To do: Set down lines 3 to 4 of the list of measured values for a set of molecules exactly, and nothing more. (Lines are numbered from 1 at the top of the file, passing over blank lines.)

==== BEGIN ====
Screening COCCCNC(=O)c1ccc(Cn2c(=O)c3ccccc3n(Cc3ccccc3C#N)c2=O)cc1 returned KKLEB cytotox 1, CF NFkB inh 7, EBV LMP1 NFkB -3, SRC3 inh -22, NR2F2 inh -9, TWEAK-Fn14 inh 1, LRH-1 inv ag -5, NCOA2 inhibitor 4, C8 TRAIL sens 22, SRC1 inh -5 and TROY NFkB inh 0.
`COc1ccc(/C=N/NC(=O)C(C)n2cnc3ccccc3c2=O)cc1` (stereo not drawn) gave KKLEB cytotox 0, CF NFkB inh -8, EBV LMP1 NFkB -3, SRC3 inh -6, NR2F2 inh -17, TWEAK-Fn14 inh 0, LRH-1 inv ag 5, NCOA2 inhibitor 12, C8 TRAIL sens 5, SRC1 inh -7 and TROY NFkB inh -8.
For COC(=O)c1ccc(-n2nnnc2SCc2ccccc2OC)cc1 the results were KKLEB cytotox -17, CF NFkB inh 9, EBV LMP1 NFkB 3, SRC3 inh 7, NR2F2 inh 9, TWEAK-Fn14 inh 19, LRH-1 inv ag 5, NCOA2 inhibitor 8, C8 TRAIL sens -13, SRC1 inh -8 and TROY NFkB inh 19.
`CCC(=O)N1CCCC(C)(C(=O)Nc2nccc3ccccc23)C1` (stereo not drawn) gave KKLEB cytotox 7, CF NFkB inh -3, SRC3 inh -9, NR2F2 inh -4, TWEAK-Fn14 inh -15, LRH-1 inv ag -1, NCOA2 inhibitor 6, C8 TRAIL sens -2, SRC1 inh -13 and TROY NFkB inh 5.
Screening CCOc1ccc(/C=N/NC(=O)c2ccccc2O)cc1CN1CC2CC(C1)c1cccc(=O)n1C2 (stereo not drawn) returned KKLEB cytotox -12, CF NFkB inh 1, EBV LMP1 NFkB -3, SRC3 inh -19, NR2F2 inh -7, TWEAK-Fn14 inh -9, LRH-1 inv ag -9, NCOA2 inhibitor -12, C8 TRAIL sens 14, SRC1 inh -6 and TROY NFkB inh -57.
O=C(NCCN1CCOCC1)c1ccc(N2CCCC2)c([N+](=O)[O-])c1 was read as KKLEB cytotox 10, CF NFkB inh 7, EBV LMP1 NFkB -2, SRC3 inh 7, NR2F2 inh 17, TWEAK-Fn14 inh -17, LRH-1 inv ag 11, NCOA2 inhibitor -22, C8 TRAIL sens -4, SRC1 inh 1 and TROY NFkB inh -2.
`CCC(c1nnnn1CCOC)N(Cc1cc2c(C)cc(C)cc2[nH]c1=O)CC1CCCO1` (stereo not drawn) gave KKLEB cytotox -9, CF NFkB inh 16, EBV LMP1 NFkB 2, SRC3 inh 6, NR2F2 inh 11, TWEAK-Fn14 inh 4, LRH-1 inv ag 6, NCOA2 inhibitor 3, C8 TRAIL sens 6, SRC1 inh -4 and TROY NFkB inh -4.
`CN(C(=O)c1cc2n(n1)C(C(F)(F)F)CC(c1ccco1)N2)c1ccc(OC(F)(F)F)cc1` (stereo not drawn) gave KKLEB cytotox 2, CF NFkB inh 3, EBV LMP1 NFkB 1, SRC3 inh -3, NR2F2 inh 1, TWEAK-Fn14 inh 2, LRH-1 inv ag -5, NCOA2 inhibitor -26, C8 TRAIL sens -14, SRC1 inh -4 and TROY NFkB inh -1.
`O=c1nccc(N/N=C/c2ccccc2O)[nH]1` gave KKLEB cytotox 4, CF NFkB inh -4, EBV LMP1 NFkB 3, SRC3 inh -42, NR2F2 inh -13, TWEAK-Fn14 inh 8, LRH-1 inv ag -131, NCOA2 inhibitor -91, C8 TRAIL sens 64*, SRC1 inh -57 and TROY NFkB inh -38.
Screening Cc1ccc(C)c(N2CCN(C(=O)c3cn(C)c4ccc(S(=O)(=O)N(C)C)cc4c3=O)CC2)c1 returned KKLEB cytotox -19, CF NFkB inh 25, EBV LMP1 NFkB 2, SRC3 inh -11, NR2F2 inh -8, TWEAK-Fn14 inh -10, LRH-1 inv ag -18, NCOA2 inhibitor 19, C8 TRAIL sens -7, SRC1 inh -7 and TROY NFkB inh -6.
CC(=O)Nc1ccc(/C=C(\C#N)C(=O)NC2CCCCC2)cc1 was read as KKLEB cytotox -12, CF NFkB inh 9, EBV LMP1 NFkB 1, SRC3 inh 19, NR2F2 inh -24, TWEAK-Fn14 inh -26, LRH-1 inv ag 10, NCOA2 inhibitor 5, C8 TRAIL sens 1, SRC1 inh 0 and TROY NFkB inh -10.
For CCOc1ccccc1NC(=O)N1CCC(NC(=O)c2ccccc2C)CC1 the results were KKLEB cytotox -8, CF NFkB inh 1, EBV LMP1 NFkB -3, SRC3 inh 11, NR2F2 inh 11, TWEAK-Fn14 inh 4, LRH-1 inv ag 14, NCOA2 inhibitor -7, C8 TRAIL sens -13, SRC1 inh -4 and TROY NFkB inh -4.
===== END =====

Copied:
For COC(=O)c1ccc(-n2nnnc2SCc2ccccc2OC)cc1 the results were KKLEB cytotox -17, CF NFkB inh 9, EBV LMP1 NFkB 3, SRC3 inh 7, NR2F2 inh 9, TWEAK-Fn14 inh 19, LRH-1 inv ag 5, NCOA2 inhibitor 8, C8 TRAIL sens -13, SRC1 inh -8 and TROY NFkB inh 19.
`CCC(=O)N1CCCC(C)(C(=O)Nc2nccc3ccccc23)C1` (stereo not drawn) gave KKLEB cytotox 7, CF NFkB inh -3, SRC3 inh -9, NR2F2 inh -4, TWEAK-Fn14 inh -15, LRH-1 inv ag -1, NCOA2 inhibitor 6, C8 TRAIL sens -2, SRC1 inh -13 and TROY NFkB inh 5.